A study from Germany discovering 'child pornography links' in blockchain data has been reported as the death knock for Bitcoin, proving its status as illegal in many countries. This has sparked irritation from experts who point out this was reported in 2013 and does not convey the way the data is present or how it can be extracted.
It is famously known that a Times headline is written into Bitcoin's genesis block as a string of code that can be converted into the following text: "The Times 03/Jan/2009 Chancellor on brink of second bailout for banks." Yet, just because a string of text can be translated into an indecent image does not mean possession of that text is illegal. For example, if you take an image, convert it into binary code, and then decimal, you will probably be able to find it somewhere within the number Pi, yet this does not mean Pi 'contains' your image or any theoretical image that could be translated from it.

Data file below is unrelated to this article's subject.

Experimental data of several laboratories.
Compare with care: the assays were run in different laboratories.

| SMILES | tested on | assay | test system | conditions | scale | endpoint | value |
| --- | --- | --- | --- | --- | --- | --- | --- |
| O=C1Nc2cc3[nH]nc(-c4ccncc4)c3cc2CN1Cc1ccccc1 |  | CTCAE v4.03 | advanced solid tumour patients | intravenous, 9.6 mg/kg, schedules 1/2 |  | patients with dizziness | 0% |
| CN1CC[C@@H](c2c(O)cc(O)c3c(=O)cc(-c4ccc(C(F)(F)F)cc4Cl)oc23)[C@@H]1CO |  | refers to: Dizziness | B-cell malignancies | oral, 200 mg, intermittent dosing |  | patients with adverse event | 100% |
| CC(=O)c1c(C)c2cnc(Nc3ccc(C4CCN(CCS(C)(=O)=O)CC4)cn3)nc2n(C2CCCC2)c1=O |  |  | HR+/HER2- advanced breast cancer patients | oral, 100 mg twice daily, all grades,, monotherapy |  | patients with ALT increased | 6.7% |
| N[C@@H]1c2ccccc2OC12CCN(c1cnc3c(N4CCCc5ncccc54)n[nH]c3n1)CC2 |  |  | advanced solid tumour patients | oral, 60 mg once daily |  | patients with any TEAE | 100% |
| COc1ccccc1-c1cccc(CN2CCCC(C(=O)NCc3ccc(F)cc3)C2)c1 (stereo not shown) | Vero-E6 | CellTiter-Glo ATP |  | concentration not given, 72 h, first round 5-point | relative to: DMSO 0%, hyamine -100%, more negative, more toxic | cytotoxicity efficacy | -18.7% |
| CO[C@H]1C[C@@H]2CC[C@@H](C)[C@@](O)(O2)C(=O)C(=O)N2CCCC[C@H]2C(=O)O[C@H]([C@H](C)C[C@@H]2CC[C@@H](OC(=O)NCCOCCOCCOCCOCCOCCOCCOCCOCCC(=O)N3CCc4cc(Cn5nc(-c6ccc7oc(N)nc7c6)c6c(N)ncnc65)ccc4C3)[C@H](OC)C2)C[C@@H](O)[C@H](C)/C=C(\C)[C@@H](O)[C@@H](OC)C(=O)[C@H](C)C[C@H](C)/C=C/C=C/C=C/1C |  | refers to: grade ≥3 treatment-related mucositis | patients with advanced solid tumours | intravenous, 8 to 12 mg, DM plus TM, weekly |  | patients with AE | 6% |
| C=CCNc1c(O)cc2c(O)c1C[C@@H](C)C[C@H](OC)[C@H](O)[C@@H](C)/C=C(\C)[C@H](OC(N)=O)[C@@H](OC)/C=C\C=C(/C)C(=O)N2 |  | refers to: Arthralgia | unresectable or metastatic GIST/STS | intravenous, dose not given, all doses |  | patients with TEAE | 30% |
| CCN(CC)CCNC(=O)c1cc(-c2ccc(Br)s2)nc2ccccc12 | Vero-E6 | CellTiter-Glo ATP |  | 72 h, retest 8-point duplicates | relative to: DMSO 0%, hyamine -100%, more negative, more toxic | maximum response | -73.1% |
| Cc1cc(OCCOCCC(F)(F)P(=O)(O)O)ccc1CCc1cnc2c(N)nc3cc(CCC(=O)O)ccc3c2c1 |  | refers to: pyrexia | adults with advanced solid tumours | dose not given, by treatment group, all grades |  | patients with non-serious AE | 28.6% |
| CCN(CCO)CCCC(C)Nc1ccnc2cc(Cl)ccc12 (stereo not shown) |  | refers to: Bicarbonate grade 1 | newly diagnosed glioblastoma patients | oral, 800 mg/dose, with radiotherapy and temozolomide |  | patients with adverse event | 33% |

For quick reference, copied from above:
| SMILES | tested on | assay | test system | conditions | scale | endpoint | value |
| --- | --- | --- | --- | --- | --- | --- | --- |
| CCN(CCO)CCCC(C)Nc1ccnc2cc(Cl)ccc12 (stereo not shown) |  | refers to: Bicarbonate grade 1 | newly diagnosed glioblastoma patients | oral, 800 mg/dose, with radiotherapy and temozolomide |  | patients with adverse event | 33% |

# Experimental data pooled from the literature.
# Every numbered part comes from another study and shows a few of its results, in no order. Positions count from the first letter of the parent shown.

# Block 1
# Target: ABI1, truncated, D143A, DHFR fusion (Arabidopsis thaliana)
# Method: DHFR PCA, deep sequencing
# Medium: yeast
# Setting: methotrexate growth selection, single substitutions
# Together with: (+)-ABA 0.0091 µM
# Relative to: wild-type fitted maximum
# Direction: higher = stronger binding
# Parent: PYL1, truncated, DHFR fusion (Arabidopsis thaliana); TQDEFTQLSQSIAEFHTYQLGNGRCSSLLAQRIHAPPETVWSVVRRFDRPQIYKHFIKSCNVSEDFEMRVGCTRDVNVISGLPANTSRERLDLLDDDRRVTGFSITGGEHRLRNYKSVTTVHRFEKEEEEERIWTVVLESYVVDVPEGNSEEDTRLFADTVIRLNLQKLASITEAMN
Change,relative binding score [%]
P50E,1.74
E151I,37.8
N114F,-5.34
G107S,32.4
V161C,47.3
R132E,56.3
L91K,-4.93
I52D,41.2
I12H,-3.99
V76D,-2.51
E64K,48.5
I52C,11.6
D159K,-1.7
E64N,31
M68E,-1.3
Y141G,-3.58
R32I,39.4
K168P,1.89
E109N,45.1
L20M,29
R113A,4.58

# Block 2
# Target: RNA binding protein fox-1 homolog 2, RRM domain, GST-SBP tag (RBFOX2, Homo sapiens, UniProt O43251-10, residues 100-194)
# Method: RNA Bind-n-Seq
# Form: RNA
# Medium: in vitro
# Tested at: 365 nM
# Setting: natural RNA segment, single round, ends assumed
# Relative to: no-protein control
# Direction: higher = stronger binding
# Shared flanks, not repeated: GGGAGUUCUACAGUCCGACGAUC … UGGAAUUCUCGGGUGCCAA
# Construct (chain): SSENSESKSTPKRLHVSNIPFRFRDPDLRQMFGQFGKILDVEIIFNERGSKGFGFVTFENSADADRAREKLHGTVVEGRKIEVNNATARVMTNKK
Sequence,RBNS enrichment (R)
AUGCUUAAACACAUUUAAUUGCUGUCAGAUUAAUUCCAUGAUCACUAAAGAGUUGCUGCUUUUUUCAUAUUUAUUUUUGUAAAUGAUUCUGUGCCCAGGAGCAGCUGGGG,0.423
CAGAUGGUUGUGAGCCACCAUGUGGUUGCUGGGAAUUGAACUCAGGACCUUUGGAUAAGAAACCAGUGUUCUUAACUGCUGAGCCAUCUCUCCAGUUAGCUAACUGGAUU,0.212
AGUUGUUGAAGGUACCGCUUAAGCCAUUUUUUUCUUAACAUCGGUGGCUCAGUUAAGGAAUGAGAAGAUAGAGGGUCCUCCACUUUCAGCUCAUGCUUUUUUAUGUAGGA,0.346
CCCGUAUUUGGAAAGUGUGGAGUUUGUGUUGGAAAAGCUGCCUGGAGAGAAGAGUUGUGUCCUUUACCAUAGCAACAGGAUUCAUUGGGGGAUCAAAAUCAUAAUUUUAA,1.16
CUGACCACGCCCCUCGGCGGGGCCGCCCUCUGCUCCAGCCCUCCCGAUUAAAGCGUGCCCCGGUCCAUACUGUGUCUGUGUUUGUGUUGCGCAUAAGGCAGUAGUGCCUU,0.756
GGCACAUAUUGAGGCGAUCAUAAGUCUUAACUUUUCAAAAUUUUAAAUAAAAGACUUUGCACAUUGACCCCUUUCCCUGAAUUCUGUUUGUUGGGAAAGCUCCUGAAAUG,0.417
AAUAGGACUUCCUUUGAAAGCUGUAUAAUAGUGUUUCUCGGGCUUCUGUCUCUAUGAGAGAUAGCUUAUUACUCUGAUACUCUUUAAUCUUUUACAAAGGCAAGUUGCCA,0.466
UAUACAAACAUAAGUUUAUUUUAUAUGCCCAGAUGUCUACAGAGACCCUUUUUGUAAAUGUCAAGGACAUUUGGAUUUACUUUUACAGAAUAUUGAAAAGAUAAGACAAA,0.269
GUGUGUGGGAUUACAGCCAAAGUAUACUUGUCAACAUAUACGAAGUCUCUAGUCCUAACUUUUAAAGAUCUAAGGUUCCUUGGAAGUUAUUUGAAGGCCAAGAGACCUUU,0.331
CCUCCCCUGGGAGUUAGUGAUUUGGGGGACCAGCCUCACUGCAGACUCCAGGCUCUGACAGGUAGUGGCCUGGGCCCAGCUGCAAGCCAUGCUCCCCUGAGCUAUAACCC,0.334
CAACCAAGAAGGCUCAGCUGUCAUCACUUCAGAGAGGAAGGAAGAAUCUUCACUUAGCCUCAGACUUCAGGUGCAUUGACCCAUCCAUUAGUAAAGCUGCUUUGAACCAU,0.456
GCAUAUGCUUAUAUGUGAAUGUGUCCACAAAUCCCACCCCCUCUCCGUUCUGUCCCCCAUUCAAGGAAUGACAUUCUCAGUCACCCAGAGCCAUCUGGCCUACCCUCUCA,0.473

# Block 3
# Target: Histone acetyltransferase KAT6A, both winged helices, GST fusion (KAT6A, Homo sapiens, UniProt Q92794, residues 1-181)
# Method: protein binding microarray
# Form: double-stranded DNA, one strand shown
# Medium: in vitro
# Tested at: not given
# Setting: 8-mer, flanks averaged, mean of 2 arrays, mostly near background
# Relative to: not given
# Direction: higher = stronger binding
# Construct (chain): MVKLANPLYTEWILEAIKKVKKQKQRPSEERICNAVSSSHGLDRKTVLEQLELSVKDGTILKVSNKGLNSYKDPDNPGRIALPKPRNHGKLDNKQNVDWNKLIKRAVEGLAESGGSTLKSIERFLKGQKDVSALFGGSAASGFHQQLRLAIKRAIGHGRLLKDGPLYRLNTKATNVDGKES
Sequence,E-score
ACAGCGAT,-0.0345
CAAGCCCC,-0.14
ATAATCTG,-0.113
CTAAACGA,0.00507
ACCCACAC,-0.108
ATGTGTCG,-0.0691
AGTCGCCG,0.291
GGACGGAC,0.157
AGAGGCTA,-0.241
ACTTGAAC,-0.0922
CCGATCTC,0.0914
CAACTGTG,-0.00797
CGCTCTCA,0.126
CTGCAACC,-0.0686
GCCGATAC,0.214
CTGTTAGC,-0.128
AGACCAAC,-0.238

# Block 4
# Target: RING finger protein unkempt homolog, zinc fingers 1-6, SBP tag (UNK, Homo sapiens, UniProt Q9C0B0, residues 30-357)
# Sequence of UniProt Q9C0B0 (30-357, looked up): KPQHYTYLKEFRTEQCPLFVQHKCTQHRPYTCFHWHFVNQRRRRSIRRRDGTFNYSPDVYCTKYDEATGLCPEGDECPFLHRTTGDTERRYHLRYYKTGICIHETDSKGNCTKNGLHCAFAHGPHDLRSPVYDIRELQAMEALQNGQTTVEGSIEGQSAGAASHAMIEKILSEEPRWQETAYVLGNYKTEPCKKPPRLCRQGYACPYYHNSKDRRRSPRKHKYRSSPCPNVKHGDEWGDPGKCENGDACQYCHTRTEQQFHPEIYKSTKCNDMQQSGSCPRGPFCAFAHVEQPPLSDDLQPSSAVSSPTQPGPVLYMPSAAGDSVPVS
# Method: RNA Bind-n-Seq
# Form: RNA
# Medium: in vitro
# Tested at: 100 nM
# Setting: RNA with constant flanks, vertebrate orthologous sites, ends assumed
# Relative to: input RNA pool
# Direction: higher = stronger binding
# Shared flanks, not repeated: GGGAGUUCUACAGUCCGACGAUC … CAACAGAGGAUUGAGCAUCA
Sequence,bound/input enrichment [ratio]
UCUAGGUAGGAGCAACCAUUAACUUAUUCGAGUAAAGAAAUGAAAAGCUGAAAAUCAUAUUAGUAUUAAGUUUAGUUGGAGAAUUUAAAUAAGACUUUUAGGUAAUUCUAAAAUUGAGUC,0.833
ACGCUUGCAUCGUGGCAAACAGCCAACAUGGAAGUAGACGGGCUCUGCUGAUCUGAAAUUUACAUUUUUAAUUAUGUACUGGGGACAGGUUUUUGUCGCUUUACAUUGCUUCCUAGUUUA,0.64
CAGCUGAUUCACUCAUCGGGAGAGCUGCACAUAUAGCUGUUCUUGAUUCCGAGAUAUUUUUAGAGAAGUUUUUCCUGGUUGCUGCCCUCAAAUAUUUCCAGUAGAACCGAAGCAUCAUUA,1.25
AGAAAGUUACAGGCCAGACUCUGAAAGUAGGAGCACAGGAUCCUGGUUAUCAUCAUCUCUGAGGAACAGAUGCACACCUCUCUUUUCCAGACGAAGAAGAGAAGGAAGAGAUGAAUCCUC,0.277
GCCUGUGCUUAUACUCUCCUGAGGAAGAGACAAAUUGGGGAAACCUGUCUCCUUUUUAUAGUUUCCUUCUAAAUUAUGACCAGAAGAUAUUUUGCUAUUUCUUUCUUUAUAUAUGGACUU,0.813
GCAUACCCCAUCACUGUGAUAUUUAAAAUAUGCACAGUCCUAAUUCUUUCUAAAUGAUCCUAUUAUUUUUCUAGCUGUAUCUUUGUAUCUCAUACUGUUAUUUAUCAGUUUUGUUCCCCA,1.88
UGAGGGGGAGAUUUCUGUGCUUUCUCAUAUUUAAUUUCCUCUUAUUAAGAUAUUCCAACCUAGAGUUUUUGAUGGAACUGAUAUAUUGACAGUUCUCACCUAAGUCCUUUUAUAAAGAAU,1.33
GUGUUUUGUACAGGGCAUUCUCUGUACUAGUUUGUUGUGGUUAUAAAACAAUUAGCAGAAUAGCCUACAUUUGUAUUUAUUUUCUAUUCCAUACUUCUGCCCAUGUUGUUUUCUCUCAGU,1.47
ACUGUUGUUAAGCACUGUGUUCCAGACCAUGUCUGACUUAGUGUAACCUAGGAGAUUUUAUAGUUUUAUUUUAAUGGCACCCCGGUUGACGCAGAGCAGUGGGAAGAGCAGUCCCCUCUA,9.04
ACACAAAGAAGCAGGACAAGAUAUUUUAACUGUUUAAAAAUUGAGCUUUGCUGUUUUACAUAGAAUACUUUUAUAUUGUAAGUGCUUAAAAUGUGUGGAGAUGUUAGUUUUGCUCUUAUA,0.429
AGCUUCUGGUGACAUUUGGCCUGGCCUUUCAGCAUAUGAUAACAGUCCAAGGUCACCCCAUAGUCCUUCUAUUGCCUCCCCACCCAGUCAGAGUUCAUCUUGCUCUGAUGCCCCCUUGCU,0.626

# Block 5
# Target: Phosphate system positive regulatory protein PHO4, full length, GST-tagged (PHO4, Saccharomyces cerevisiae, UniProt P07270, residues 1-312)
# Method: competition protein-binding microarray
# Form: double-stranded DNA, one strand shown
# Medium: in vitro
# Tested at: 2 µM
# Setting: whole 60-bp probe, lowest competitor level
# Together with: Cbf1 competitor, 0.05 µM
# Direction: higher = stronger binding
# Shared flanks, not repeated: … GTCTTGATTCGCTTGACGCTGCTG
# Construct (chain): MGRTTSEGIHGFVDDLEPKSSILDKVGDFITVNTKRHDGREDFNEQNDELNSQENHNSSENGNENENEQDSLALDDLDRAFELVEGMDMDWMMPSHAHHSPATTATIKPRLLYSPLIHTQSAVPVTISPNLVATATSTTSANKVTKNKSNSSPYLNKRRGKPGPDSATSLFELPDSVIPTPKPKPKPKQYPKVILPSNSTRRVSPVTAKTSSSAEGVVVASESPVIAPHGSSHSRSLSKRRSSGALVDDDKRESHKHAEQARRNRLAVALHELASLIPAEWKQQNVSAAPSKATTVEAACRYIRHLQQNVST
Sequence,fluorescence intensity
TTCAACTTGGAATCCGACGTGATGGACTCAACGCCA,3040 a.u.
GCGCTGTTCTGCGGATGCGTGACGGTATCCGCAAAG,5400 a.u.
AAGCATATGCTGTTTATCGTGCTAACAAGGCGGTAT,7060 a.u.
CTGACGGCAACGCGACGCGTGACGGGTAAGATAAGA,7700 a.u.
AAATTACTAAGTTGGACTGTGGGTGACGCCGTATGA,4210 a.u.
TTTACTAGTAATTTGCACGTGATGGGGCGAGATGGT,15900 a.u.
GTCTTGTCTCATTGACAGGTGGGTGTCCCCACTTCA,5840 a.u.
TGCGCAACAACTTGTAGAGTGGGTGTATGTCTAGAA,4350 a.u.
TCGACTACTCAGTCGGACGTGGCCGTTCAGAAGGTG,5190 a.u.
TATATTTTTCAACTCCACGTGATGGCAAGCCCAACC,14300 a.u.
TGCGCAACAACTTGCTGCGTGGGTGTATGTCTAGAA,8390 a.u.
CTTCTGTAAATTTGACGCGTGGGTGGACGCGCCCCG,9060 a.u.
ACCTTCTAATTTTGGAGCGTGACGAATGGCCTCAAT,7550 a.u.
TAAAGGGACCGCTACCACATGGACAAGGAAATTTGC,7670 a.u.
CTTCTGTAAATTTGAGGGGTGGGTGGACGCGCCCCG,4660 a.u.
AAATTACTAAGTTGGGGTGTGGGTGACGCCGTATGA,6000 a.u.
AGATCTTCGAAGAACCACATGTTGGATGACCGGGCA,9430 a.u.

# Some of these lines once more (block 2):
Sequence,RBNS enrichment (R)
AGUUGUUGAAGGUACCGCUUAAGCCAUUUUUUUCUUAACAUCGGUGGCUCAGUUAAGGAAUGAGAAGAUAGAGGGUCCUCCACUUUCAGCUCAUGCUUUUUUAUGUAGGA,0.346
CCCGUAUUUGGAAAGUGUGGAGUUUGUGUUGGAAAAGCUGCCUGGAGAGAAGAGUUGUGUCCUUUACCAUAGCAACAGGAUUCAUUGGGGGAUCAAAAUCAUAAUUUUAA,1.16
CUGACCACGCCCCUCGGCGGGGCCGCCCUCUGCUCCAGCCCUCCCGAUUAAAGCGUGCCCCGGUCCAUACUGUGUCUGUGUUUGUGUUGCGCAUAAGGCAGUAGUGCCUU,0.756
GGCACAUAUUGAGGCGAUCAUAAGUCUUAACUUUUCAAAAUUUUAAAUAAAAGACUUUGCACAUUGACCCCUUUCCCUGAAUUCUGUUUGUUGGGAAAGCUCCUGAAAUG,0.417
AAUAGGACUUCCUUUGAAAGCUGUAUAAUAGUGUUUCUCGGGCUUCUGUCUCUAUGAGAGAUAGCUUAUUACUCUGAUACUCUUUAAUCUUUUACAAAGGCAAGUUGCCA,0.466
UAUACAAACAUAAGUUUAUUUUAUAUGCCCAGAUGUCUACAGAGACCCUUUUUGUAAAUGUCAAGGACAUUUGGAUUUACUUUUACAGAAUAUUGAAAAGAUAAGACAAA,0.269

On the other hand, the US Department of Justice definition of child pornography includes: "electronically stored data that can be converted into a visual image of child pornography." If this were applied to blockchain nodes, it could affect the 2700 nodes in the US, all of which possess a copy of Bitcoin's blockchain, including this data.
The reason the 'new development' spread online is due to Bitcoin's blockchain being both publicly accessible and unalterable, although there are suggestions nodes are capable of pruning this data. This has highlighted the ability to add personal messages into the blockchain which can be done manually or by using companies such as EternityWall. Recent posts include birthday messages, predictions of the future and cryptic messages like: "My physical experience is not (yet) synced with my mental experience."
Defendants of blockchain's legitimacy argue there needs to be a distinction between possessing the data and converting it to use the links, which is illegal.